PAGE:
The facts about outdoor burning

Here you will find information about:

What are the restrictions on outdoor burning?

Outdoor burning of yard debris (leaves, branches, grass clippings, etc.) and debris from land clearings is not allowed within urban growth areas. Most cities and towns in King, Pierce and Snohomish counties, and areas surrounding these are designated as urban growth areas by city and county planning departments. Currently, outdoor burning of yard waste is allowed in some parts of Kitsap county with a permit from your fire district.  

If you are located outside an urban growth area, you may only burn natural vegetation by permit from your local fire district or the Department of Natural Resources.

During a wintertime burn ban, it is illegal to burn anywhere throughout the counties where the burn ban is called.  

nikolaev To find out for sure where you can and can't burn, contact your local fire district, city hall, local library or planning department.  Even if you legally can burn, consider better alternatives. And always be considerate of your neighbors!

Barbecues, cooking fires and camp fires are not affected by the restriction on outdoor burning. By state rules, camp fires must be lit only in designated areas within camp grounds. Camp fires need to be no larger than 4 feet in diameter. Check with a park official or the Department of Natural Resources for more information.

Agricultural burning within an urban growth area is allowed for commercial farms and under certain other conditions. Call us at (206) 343-8800 or 1-800-552-3565 to request an application for a permit to burn agricultural waste.

The burning of household garbage has been prohibited since 1967 in the entire state of Washington. It is illegal to burn any kind of non-organic material -- this includes paper, plastic and other items found in household garbage. Burning garbage releases toxic compounds into the air. Your fireplace or outdoor fire does not have high-tech filtering systems like a large scale incinerator.

What is an urban growth area?

The urban growth area boundaries are a long-term growth management strategy adopted by your county or city council. Urban growth areas are areas where your county wants to direct future growth in an urban area. The purpose of these areas is to manage future growth to create a well-planned community. Some reasons for managing growth in these areas may be to assure easy public transportation, planning for future schools, and utility services like water and waste collection. They do not necessarily show where current urban growth exists.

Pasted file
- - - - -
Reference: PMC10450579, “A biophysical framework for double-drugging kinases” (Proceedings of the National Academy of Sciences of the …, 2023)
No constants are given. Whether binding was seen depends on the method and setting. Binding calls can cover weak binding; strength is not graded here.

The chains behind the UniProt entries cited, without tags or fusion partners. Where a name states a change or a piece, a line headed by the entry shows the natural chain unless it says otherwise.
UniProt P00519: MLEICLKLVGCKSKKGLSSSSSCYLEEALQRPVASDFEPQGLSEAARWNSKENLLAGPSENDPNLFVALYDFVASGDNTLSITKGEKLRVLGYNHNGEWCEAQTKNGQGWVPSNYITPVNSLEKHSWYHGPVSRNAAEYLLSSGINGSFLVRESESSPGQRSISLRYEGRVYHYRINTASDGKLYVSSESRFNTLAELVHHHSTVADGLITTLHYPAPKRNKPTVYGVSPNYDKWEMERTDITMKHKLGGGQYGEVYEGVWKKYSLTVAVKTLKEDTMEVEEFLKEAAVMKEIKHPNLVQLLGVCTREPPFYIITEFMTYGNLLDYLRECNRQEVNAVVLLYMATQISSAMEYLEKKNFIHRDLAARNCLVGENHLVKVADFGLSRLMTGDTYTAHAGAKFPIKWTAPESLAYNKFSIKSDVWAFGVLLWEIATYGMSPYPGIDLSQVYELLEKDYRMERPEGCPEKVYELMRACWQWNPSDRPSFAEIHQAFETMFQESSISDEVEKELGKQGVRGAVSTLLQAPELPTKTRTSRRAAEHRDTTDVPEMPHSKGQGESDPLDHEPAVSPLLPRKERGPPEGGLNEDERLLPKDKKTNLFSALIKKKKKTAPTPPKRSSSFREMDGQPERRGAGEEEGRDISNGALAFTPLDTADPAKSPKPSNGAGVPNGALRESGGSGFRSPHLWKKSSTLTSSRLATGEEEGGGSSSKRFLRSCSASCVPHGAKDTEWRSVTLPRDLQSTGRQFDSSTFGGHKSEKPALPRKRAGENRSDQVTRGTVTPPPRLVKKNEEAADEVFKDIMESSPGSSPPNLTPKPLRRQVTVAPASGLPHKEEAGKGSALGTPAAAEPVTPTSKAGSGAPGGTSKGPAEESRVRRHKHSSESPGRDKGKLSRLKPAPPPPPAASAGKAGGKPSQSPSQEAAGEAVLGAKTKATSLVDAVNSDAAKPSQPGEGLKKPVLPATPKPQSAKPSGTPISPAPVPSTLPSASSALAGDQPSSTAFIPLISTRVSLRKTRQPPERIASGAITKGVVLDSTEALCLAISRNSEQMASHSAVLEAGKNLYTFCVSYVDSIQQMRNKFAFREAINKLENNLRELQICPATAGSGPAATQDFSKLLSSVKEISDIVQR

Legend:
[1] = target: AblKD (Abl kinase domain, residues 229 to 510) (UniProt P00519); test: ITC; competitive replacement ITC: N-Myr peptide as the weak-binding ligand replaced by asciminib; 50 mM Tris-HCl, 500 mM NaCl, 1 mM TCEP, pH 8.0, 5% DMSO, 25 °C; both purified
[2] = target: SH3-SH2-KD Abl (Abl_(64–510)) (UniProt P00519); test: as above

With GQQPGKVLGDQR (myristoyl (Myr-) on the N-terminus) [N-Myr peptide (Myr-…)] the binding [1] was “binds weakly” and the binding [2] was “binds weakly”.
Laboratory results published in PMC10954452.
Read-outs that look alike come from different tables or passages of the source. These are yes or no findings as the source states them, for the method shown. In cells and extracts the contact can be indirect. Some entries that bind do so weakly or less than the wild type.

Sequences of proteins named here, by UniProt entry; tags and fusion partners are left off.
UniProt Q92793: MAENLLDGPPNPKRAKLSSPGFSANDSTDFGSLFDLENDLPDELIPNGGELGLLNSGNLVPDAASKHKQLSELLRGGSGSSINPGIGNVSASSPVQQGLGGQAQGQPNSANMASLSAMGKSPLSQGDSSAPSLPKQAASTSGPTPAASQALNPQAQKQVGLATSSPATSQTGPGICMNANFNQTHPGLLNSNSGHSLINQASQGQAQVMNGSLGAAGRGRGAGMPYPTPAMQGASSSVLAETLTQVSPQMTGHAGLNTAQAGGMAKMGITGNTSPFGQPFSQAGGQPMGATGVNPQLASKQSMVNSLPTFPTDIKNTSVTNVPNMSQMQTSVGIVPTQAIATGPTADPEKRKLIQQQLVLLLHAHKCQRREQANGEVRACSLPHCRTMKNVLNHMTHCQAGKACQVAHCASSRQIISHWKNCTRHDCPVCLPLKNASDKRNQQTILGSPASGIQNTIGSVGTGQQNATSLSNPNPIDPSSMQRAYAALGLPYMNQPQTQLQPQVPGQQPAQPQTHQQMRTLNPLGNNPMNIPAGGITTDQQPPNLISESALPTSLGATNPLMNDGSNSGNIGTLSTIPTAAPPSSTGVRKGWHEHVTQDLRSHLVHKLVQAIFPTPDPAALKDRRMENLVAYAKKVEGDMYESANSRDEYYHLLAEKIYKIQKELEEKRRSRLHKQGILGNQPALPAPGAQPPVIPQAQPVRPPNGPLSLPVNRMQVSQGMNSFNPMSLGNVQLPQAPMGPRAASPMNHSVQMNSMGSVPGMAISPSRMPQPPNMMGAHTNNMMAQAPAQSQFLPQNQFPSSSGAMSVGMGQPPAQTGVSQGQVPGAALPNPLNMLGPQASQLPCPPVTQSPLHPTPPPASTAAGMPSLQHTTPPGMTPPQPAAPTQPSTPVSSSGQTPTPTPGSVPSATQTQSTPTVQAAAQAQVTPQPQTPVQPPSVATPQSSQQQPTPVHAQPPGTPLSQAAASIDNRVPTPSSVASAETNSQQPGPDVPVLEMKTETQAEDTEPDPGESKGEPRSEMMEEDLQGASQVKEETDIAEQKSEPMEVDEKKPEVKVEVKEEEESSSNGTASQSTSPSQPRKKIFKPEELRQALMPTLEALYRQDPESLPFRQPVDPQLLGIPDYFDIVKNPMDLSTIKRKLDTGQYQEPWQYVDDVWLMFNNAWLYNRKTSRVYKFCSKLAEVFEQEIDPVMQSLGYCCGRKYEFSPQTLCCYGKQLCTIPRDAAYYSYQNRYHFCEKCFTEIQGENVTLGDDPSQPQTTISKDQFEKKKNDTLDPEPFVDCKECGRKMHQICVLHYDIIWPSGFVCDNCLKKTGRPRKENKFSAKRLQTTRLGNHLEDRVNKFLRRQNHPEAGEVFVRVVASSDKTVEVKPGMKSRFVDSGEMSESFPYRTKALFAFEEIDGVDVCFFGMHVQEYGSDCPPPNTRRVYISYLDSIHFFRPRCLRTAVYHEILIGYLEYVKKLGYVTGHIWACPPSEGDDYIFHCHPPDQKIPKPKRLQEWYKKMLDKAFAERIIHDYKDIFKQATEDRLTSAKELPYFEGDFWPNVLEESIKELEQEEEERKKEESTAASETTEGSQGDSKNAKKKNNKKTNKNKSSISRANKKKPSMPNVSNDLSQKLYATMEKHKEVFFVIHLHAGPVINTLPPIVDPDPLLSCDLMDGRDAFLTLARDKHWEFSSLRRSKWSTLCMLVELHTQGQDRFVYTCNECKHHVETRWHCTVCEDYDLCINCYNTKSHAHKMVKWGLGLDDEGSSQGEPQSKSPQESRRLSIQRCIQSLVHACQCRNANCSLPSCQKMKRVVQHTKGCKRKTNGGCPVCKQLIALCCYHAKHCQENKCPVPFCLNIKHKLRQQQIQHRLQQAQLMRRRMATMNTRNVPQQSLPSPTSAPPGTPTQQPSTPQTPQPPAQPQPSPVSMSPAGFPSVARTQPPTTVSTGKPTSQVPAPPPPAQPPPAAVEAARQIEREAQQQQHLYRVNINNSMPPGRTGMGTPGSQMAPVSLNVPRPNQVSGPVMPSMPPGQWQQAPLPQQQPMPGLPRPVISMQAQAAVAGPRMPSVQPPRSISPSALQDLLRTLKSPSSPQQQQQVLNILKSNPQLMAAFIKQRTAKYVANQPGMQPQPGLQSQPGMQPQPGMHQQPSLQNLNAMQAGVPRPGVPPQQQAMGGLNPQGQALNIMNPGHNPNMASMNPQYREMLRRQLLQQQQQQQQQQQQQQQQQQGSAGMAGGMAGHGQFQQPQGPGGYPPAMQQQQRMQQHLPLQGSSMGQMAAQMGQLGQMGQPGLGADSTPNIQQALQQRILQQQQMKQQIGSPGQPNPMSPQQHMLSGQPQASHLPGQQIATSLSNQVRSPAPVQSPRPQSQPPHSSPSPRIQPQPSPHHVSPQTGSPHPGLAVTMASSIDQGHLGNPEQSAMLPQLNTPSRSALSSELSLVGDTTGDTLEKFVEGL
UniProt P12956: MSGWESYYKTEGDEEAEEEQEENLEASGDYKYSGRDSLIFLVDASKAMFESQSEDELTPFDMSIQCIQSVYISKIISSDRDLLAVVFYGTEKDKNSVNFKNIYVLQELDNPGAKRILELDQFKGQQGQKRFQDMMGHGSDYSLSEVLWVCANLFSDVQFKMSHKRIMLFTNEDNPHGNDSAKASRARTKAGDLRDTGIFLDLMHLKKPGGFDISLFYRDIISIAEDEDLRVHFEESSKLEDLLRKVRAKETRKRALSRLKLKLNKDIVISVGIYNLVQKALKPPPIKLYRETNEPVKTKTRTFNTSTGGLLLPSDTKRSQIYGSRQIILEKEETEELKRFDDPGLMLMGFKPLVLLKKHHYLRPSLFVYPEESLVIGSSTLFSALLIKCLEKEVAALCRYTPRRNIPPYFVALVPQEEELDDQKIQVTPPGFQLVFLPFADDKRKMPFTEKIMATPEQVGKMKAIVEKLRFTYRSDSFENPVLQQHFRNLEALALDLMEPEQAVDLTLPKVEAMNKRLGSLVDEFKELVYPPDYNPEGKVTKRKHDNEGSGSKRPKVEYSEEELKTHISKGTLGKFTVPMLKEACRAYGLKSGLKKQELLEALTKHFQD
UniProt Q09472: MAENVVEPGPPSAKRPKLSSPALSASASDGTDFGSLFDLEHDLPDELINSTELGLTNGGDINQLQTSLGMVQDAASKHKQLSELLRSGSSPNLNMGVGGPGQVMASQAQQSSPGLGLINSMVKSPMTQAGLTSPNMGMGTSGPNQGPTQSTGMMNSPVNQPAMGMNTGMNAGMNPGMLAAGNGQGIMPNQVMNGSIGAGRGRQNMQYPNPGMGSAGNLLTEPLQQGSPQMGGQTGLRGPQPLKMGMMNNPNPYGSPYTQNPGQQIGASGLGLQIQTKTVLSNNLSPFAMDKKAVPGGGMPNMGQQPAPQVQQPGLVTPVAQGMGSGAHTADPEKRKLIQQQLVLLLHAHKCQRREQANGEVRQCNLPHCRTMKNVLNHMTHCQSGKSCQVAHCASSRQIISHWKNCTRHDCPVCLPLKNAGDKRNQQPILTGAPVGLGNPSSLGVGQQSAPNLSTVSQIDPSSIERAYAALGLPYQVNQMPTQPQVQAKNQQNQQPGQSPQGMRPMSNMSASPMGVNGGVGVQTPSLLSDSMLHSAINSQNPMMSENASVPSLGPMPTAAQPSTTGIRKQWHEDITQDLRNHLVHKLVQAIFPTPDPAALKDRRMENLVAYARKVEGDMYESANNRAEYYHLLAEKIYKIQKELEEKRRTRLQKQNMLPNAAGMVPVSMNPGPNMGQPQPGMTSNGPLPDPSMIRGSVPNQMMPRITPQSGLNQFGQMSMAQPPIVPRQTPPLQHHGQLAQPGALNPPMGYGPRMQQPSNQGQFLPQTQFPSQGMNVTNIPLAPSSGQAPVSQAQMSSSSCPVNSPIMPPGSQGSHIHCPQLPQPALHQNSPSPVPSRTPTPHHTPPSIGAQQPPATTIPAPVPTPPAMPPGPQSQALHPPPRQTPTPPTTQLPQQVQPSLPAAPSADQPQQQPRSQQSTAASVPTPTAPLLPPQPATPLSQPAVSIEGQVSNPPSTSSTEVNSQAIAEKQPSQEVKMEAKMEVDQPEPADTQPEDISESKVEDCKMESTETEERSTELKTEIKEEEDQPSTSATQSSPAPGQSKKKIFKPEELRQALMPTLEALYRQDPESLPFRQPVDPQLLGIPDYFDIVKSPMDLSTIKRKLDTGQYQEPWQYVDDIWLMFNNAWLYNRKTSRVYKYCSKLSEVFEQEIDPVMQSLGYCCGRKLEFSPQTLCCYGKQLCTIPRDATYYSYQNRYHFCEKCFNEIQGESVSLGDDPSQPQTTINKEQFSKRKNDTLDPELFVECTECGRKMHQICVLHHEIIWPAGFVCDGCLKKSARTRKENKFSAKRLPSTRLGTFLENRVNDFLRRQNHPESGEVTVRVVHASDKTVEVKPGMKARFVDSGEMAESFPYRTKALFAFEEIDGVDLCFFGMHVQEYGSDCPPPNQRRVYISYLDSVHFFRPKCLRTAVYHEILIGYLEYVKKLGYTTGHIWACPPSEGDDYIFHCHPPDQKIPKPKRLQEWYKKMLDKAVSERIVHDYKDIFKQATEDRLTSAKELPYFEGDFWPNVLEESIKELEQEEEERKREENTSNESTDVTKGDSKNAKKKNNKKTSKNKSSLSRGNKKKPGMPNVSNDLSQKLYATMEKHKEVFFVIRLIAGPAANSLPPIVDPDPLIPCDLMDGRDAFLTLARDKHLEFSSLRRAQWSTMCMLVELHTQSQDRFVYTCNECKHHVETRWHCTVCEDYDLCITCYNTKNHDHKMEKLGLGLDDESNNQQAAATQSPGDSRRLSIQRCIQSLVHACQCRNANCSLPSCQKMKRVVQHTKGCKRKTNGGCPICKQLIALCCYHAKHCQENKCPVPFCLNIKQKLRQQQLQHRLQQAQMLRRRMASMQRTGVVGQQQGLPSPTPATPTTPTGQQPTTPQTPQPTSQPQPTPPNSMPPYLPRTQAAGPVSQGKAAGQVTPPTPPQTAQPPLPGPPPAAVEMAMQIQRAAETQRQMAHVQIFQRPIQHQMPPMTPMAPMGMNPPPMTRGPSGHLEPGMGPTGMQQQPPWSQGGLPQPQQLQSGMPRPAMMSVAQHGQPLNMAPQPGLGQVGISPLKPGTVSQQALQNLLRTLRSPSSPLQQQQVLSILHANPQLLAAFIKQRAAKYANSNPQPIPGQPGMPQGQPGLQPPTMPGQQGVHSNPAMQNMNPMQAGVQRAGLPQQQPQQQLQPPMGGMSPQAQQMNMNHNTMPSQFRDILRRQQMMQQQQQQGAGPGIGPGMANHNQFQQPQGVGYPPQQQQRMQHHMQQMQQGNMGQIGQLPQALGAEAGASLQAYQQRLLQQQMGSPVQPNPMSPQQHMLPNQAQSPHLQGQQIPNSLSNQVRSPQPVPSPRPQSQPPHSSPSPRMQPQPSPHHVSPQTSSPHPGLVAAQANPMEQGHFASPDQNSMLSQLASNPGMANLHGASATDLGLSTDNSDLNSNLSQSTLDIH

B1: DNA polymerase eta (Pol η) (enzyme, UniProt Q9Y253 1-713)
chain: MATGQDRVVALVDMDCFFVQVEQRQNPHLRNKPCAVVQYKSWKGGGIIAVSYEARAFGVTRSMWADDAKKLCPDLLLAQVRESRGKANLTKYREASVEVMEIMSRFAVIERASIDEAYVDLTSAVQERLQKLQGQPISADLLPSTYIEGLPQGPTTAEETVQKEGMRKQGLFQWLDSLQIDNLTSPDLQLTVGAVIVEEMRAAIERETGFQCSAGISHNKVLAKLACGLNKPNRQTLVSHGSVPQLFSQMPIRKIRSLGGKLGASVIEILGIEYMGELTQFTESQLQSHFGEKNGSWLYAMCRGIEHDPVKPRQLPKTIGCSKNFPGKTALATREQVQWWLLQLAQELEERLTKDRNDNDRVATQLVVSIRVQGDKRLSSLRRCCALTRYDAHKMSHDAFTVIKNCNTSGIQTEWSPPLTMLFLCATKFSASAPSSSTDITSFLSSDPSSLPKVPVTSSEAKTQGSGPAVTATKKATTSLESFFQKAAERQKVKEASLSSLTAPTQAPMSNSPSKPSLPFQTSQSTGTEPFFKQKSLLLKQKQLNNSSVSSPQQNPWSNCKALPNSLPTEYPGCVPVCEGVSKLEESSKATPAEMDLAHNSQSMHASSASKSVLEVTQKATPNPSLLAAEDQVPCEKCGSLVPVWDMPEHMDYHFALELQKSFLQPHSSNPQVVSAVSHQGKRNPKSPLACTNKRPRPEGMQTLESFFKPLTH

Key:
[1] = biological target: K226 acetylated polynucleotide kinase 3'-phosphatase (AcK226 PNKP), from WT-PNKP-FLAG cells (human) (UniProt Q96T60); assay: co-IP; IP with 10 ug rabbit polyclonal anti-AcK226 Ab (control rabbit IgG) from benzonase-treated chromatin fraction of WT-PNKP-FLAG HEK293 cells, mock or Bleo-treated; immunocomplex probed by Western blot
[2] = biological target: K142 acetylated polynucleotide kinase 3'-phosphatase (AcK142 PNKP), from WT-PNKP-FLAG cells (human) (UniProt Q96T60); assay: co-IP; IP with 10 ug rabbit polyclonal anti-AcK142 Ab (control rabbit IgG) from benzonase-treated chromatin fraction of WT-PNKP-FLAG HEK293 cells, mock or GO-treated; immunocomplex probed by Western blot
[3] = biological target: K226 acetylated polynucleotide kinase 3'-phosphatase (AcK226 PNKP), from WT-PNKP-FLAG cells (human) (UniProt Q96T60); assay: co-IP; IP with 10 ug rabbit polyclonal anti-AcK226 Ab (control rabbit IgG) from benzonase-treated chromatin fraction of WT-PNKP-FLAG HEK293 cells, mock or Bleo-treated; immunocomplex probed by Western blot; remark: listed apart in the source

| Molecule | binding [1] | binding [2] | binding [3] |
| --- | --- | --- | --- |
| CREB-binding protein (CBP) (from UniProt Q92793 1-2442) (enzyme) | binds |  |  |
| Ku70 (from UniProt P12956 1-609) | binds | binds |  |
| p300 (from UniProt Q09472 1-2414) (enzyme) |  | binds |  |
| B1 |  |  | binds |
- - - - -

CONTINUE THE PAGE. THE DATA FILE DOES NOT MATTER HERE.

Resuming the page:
County planners in cooperation with elected city and county officials have been responsible for proposing and establishing the urban growth area boundaries. If you disagree with the placement of these boundaries, you may contact your county commissioner/council or city council.

Why is burning restricted?

Smoke from outdoor burning is a major health problem in many communities. Even in smaller communities, smoke travels easily through residential neighborhoods. Smoke from branches, grass and twigs emits toxic compounds, some of which are known to cause cancer. Infants and small children, the elderly, and people with ailments like asthma and emphysema are especially sensitive to smoke. Outdoor burning is a serious problem for many people.  You might be surprised to learn how many people are forced to call the fire department or us because of smoke.

This restriction is a part of the 1991 Washington Clean Air Act (RCW 70.94.665) as well as agency regulations (Regulation 1:8.03). If you wish to try influence legislation in this area, speak with your city council representative. In Seattle, Tacoma and Everett, you may contact the office of the mayor.

What about my burn barrel?

Using a burn barrel for an outdoor fire doesn't make it any less an outdoor fire. In fact, burn barrels are a poor method of burning since they limit the amount of oxygen the fire gets. Burning in a burn barrel is illegal within urban growth areas.  And remember, burning garbage is illegal everywhere in the state, even in a burn barrel.

What can I do with my yard waste?

There are a number of good alternatives to burning. Garbage haulers in most areas offer curbside yard waste pick-up for less than $10 a month. Yard waste that is picked up at the curb is recycled at commercial compost sites and becomes compost that is reused in gardening. Yard waste debris can also be dumped at county transfer sites and hauler dropboxes. Check with your county solid waste utility or your local garbage service about these locations.

Who do I call for yard waste information?

King County Solid Waste Division  (206) 296-4466

Inside Seattle city limits: Seattle Solid Waste Utility  (206) 684-7600

Pierce County Solid Waste  (206) 593-4050

Snohomish County Solid Waste  (206) 388-3425

Kitsap County Department of Public Works  (360) 895-3931 or 1-800-825-4940

How can I apply for an exception to the rule?

You can apply for a variance (or exception) to the no-burn regulation within an urban growth area. The variance fee is $1000 for a single occasion. The variance process is intended for large land clearing burns, where the cost of other disposal would be very high. A public hearing to address concerns by affected neighbors will be called to determine if there would be public opposition to the burning. This fee and procedure is no guarantee that a permit to burn will be issued.

Updated December 1996

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